In an early episode of “House of Cards,” the new Netflix TV series about Washington’s political underbelly, the editor of the fictional Washington Herald newspaper gets fired because he’s stuck in a pre-internet era, an era without instant news updates or constant online chatter.
He wants things to remain as they’ve always been. And he’s not happy when a rising young reporter gets lots of media attention for her scoops and then turns down his offer to be the paper’s primary Capitol Hill reporter, in part, because she wants to write a political blog, a medium he sees as being beyond contempt.
This episode shows the tough decisions faced every day by the print media: Should they maintain their ostrich stance, ignoring changes that are battering their industry, making obsolete their old business models, and rapidly destroying their individual companies? Or should they embrace online media with their new rules and their seeming disregard of traditional ethics, standards, and ways of doing business?
While the Washington Herald is fictional, two long-term print newspapers—Daily Variety and the Financial Times, each publishing a daily edition for more than a century—are real. Both publications have been dealing with the problems caused by online competition, and each has taken a different approach to dealing with them, as news articles pointed out last month.
The first sentence of a recent New York Times article on Daily Variety, which has been a leader in covering the entertainment industry for 108 years, makes clear that this newspaper’s approach didn’t work. The sentence was short, to the point, and quite clear: “Daily Variety is dead.” And so it is, along with its companion magazine, Weekly Variety.
This newspaper that had printed stories each day—once considered a fast distribution of news—could no longer compete against digital outlets that posted and updated stories throughout the day. Its number of subscribers had dropped to about 25,000, and it was losing staff members. Some freelance writers went months without being paid for their stories.
Apparently, the only concession Daily Variety made toward the changing digital world of journalism was to start a website years ago. But that site was surrounded by a pay wall—a barrier that readers of few publications in 2009 were willing to cross. The website, which will remain active, is now offering readers free access to its information.
The Financial Times, a 125-year-old London newspaper covering the financial market, has taken a different approach to competition. Without giving up on its print publication, it has embraced an online future.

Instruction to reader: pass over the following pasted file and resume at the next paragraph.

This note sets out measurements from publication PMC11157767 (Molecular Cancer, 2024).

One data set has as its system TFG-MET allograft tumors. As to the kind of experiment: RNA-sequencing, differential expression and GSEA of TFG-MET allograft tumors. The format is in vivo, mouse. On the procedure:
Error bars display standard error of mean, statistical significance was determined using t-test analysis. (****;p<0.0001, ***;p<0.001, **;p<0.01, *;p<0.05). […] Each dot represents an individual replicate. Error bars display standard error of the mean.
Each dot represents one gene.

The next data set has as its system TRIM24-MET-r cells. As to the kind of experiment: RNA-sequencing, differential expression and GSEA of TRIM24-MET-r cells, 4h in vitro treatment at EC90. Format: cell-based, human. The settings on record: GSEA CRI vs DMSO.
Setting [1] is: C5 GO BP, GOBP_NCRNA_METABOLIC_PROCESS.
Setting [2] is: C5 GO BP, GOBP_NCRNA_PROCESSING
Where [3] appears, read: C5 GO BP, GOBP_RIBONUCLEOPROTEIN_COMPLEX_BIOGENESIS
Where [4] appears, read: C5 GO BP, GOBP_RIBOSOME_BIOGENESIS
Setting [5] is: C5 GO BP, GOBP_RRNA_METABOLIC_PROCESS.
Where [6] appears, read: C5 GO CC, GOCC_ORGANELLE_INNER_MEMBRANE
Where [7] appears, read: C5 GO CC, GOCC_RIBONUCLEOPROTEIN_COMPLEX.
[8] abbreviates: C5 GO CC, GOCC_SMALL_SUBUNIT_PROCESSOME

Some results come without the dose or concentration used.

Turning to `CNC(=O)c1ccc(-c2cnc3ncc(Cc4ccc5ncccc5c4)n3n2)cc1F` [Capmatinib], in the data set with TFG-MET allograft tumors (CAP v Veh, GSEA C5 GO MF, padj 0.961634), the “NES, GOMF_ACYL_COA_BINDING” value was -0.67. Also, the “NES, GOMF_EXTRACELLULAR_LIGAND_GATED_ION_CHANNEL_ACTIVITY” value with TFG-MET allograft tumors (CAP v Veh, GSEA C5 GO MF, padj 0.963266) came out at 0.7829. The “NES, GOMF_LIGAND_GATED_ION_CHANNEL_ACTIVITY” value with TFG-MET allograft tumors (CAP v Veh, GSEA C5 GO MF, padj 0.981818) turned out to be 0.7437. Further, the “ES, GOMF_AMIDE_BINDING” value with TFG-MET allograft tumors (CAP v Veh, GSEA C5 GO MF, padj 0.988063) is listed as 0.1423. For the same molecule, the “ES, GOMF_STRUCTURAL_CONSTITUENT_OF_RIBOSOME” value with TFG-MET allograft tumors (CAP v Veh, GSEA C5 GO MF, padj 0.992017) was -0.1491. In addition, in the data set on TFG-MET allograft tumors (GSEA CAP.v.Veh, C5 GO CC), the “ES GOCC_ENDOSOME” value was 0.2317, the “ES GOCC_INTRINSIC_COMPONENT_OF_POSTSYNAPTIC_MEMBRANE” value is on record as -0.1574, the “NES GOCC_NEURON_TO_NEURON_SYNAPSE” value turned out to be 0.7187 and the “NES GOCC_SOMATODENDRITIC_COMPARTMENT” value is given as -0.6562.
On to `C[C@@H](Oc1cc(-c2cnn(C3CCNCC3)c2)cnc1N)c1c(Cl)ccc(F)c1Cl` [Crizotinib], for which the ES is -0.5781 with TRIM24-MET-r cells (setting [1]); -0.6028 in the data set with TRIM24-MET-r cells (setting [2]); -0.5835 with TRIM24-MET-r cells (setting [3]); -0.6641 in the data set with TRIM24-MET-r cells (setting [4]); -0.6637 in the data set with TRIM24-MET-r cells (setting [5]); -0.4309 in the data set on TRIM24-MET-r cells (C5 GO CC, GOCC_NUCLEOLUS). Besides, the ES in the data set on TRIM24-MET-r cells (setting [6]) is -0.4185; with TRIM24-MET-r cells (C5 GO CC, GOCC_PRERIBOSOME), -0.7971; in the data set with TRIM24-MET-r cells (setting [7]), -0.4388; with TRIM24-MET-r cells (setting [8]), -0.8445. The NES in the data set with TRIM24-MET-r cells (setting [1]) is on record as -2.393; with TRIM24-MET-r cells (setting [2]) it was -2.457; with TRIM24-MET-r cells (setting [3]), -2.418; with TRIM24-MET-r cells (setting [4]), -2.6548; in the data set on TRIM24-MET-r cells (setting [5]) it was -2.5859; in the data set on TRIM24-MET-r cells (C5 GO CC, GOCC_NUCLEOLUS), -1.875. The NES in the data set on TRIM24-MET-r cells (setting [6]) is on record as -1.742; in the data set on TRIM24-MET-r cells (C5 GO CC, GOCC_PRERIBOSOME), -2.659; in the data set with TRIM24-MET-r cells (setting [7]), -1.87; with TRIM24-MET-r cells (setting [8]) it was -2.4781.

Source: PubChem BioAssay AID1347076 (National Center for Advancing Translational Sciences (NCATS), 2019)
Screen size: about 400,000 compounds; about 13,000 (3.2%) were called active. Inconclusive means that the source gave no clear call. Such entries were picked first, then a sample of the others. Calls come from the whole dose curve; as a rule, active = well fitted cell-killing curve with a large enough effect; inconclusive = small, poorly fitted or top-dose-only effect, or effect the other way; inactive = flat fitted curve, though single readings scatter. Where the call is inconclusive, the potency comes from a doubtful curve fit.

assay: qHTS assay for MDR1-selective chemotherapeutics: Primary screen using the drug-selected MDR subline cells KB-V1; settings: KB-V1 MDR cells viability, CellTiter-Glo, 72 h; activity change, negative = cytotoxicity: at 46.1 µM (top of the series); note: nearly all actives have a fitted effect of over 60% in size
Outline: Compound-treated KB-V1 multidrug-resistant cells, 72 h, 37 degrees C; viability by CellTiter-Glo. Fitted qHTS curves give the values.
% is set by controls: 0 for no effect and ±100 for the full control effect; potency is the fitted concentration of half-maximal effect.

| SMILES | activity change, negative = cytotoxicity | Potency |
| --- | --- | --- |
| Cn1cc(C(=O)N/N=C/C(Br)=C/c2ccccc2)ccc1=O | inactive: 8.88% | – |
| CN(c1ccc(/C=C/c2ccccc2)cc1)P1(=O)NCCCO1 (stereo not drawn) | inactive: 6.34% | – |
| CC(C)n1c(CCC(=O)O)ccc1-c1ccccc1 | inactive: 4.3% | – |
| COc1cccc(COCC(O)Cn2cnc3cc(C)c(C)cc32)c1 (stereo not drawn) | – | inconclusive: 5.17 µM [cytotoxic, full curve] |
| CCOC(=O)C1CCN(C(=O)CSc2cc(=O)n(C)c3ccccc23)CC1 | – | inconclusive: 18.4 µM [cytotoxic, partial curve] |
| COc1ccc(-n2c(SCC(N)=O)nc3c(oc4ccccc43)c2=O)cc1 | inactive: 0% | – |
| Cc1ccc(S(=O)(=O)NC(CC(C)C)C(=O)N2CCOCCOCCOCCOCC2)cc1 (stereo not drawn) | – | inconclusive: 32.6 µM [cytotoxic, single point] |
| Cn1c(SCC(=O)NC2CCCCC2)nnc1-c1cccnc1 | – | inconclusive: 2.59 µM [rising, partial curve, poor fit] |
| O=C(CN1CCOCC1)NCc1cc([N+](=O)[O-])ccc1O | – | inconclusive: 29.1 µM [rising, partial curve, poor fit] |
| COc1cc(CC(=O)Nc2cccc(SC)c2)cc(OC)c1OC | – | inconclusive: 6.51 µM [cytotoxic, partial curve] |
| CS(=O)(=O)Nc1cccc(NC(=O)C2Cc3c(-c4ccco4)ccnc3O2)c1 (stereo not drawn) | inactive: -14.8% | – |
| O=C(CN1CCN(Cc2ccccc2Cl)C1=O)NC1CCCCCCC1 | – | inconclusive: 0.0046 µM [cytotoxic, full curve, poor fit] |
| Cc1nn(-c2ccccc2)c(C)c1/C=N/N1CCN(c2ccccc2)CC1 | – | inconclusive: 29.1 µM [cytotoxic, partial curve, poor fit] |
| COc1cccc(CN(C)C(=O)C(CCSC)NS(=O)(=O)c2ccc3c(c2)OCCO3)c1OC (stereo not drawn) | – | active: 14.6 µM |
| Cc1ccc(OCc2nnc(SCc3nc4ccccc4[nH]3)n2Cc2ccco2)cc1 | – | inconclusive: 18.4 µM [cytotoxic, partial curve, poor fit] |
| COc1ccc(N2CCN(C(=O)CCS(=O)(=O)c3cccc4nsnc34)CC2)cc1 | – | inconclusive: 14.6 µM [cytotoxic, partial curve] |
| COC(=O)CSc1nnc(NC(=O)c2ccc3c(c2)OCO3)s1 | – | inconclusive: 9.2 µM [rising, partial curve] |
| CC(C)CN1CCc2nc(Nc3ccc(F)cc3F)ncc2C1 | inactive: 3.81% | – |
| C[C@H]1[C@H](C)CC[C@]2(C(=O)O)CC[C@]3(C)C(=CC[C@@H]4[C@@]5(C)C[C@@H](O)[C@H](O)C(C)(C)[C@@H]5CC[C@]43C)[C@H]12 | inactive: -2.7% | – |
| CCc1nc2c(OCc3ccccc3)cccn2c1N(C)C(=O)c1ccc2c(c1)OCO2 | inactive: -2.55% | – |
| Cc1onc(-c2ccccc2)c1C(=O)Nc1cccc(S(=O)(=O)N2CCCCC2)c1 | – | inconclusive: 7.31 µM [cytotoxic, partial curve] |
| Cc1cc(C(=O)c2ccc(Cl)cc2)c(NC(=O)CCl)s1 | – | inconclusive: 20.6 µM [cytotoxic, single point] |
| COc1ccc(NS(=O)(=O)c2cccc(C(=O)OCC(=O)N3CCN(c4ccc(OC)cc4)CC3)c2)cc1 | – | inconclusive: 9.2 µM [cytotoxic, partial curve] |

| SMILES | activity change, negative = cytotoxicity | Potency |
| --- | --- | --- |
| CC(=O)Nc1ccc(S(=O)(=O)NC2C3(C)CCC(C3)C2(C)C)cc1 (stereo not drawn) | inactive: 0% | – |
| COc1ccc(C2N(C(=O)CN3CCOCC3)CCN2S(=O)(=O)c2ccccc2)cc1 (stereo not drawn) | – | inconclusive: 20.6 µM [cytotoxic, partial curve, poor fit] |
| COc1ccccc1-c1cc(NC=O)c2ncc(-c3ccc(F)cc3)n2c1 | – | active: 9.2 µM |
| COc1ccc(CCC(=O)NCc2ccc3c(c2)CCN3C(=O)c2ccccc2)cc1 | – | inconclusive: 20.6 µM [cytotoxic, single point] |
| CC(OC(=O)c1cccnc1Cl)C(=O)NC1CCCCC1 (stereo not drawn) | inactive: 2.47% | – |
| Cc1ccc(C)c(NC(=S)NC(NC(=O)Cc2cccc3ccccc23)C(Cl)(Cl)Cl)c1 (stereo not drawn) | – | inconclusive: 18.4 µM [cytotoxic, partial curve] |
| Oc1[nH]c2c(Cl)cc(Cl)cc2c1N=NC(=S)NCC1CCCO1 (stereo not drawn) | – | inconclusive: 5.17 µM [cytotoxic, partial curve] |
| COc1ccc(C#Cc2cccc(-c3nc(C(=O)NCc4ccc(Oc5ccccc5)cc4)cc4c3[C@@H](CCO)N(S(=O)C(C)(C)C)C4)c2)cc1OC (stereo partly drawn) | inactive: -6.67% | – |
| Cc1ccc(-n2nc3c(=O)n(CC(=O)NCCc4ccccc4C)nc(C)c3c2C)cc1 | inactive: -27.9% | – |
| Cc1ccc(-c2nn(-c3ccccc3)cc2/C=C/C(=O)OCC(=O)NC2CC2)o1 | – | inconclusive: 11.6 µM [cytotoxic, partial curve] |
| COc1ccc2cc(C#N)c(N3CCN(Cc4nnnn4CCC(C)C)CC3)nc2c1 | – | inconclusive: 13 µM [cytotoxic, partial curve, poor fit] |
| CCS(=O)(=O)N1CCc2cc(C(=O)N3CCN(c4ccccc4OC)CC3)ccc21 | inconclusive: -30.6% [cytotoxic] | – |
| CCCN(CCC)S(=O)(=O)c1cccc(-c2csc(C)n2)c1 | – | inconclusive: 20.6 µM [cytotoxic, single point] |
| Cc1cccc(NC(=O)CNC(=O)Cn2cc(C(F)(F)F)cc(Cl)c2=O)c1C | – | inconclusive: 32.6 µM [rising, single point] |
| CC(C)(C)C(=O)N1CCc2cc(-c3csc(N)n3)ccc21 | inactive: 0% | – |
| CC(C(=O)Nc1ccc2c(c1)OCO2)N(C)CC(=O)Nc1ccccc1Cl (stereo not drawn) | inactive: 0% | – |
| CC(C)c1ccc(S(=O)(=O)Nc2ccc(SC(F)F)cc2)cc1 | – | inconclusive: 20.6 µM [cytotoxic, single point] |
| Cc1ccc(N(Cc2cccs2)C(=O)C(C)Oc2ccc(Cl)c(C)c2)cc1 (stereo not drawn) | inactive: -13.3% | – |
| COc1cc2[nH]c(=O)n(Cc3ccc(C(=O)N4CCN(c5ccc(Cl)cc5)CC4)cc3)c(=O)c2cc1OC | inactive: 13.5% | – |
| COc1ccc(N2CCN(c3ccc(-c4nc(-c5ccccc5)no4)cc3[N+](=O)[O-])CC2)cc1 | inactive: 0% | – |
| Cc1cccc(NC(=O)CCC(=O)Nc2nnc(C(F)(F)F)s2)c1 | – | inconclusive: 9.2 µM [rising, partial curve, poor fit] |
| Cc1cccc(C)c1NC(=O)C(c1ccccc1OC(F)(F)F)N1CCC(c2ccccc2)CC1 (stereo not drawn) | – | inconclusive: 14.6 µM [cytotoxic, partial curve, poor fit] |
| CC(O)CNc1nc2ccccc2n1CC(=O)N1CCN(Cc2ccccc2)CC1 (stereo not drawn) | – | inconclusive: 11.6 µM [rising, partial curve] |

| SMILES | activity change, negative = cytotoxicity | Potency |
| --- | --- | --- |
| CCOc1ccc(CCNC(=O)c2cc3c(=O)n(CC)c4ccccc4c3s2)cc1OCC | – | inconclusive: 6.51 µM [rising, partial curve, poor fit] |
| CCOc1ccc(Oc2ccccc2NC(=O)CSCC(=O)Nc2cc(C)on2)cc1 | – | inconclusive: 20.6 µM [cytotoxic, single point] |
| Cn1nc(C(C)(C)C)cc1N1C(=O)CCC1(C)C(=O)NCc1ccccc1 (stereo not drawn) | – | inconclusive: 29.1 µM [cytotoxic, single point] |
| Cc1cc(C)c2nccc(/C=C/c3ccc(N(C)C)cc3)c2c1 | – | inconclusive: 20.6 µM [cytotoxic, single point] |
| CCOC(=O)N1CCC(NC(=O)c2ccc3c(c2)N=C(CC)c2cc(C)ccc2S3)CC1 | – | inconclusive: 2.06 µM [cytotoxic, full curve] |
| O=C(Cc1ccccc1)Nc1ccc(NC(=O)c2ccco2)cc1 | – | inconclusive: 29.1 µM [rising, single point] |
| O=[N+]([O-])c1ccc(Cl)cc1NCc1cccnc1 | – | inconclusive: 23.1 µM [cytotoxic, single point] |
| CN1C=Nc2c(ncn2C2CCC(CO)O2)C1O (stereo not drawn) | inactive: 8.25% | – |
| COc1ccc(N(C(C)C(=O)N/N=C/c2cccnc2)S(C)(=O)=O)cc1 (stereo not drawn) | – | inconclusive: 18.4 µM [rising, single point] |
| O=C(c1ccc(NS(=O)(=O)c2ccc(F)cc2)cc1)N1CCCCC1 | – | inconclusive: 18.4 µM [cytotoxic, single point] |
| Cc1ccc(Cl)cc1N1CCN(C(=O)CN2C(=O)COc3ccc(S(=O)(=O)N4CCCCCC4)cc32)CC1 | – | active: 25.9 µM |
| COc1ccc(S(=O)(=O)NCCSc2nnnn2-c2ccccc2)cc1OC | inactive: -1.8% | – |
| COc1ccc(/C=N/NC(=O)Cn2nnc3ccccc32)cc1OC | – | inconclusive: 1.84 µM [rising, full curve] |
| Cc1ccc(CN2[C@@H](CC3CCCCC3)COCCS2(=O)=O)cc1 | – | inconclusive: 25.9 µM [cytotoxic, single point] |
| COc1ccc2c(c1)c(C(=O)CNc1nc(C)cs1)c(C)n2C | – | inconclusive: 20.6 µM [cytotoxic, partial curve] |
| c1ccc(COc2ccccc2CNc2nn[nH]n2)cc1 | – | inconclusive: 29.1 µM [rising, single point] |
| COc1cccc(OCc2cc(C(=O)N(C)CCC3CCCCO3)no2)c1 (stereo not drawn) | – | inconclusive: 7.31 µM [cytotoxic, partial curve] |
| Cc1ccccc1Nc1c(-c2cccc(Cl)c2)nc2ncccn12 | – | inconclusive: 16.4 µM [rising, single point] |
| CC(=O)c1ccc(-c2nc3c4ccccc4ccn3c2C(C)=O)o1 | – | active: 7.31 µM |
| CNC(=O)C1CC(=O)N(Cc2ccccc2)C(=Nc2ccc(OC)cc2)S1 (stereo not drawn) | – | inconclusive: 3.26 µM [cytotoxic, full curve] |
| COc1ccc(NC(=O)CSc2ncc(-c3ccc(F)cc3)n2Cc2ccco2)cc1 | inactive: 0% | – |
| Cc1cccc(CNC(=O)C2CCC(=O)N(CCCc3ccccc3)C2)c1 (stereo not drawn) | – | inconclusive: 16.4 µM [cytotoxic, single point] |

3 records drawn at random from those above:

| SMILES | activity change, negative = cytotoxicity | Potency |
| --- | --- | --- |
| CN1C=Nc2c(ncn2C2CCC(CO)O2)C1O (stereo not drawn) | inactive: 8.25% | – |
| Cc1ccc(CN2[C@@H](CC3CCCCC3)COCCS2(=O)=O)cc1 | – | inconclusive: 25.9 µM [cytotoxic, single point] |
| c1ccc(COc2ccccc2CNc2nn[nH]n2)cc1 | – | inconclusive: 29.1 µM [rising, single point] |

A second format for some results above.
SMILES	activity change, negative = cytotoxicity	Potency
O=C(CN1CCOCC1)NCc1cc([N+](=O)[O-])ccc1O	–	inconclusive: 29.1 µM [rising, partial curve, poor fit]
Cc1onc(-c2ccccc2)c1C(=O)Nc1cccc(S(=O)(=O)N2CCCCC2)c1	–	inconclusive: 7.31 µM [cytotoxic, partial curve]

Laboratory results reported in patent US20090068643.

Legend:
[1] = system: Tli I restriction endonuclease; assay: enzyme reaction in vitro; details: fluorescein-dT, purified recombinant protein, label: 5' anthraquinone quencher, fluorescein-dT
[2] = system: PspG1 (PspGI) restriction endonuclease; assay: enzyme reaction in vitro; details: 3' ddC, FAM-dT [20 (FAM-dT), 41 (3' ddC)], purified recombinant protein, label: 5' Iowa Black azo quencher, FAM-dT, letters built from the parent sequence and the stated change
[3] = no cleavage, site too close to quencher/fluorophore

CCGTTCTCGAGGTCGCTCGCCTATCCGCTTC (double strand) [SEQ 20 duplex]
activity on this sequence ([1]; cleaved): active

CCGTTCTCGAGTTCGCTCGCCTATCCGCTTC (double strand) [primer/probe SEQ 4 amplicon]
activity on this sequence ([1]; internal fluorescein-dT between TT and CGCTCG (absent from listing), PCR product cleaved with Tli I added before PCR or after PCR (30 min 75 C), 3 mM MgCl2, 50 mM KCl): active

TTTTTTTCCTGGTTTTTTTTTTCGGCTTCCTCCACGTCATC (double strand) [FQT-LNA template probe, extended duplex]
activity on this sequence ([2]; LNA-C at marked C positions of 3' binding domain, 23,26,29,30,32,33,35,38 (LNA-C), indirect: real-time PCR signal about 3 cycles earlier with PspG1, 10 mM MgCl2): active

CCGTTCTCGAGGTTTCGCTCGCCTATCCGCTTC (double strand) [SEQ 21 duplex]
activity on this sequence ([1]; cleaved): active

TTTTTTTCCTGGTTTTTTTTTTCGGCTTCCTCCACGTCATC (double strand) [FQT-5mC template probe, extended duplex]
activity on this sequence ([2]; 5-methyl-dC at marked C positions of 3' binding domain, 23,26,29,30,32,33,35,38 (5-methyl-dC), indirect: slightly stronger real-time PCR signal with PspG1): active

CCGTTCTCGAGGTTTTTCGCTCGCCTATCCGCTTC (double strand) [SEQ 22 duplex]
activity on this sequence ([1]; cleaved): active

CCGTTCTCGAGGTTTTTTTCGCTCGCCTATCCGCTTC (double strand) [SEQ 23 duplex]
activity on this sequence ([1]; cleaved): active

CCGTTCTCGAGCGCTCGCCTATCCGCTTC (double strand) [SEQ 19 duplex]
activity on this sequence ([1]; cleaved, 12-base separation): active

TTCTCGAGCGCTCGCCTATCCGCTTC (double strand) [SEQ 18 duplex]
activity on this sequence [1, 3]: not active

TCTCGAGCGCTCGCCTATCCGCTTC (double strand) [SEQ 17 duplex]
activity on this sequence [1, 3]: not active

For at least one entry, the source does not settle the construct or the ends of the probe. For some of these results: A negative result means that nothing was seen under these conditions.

As a result, it has done much better than Daily Variety and, in fact, better than many print newspapers facing digital disruption. In February, The New York Times said that although the Financial Times print editions are fading, the publication “has figured out how to make significant money from new outlets, without straying from its original purpose.”
Now, the online publication has more than 300,000 subscribers, slightly more than those who get the printed edition. That’s also more than triple the number of online subscribers in 2007, when the Financial Times switched from a pay wall to a metered approach, giving online readers a number of free articles before charging them. About one-fourth of its digital subscribers are on mobile devices—which, many experts believe, hold the future of online communications. In its continuing effort to strengthen its digital offering and subscribers, the publication has just introduced its weekend mobile app.
The Financial Times sees its future as “serving a digital platform first and a newspaper second,” according to its editor. Nevertheless, it has no near-term plans to discontinue the print edition. Although print is being streamlined, it remains an important part of the Financial Times.
Apparently, the Financial Times learned some time ago that it’s less important whether its news is delivered in print or online, as long it’s accurate and timely, and its quality is beyond reproach. And it learned that its future—like that of countless newspapers across the country—depends on learning how to outsmart competitors, playing under new rules in an unfamiliar field, while continuing to play its own game.
This is a lesson the old editor on “House of Cards” and those of Daily Variety never learned.